It’s not easy to uncover our blind spots and gain real self-awareness. One way is to carefully listen to yourself, and then write down your self-talk, using the exact words you use. Do this several times over the course of a week, and you’ll uncover a lot about how you think and perceive your world.
I found this suggestion reading the book Leadership Step by Step: Becoming the Person Others Follow, by Joshua Spodek (Amazon Digital Services, 2017). The exercise is even more valuable when we reflect and learn from it. So after writing down what you say, ask yourself:
- What did you notice most?
- Did you notice any trends?
- How hard was it to be non-judgmental?
If you’re like most people, you might be surprised at the amount of negativity and critical content of your words. But here’s what’s important to know: you aren’t necessarily a negative or critical person. Everyone is negative and judgmental; that’s the way the human brain works.
Knowing how your mind-chatter works enables you to influence it. It explains much about how we perceive and react to the world. It also influences how others perceive and react to us.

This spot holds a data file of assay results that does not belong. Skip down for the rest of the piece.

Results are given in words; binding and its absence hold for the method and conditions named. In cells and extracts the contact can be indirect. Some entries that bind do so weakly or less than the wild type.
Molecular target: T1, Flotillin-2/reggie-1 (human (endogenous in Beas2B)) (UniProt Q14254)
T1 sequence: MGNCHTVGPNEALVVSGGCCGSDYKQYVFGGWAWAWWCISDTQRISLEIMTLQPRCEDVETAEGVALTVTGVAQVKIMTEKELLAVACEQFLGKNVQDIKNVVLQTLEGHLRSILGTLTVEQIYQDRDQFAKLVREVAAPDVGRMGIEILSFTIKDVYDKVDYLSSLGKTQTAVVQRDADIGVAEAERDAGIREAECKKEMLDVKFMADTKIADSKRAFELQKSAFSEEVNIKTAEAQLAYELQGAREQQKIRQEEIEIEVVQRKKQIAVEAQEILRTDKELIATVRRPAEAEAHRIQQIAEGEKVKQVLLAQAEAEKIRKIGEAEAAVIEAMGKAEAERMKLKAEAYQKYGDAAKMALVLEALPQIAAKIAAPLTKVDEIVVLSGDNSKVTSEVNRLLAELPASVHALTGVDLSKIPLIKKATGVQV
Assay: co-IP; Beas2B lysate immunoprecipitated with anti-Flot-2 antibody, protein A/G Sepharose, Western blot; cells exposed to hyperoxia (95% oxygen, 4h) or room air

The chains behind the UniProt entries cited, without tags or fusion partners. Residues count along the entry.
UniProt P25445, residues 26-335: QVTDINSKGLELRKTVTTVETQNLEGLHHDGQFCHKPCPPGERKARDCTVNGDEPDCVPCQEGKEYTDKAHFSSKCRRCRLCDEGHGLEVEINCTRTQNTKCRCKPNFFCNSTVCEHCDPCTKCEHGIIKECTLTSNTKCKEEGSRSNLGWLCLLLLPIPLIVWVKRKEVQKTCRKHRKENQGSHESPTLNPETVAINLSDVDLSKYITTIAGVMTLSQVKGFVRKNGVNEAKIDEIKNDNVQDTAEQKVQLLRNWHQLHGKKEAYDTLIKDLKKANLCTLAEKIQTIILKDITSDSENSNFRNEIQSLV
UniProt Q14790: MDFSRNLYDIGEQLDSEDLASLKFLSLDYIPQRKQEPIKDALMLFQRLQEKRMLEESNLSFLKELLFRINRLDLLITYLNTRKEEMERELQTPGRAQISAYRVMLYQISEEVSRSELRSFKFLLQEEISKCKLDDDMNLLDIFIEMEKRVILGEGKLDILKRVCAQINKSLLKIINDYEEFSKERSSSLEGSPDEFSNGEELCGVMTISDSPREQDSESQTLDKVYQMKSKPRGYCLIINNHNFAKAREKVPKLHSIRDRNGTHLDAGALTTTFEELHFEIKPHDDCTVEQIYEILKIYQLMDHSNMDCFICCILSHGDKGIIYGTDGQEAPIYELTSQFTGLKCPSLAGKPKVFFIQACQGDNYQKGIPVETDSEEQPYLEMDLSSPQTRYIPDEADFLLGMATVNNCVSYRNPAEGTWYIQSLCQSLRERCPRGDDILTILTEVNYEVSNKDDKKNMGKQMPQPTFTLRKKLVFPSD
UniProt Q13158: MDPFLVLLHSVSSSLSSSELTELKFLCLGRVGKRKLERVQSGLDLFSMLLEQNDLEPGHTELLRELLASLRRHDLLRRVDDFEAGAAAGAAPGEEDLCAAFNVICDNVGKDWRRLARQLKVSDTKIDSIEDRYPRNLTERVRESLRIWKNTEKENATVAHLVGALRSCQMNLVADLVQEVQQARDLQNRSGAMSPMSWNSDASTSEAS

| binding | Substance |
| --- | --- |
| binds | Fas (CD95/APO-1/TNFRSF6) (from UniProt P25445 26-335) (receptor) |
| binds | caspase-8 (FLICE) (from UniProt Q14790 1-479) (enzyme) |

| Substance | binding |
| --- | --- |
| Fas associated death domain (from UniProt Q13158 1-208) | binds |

This self-awareness exercise helps us manage ourselves emotionally. It also enables us to manage others’ perceptions of us. Imagine how much easier it is to acknowledge if we misperceive and misjudge situations when armed with enhanced self-awareness.
The more we understand our own minds, the more easily we can understand others’. This enables us to feel more empathy and compassion for others. It’s the reason why self-awareness is so valuable. We can’t connect with others well without self-knowledge and acceptance.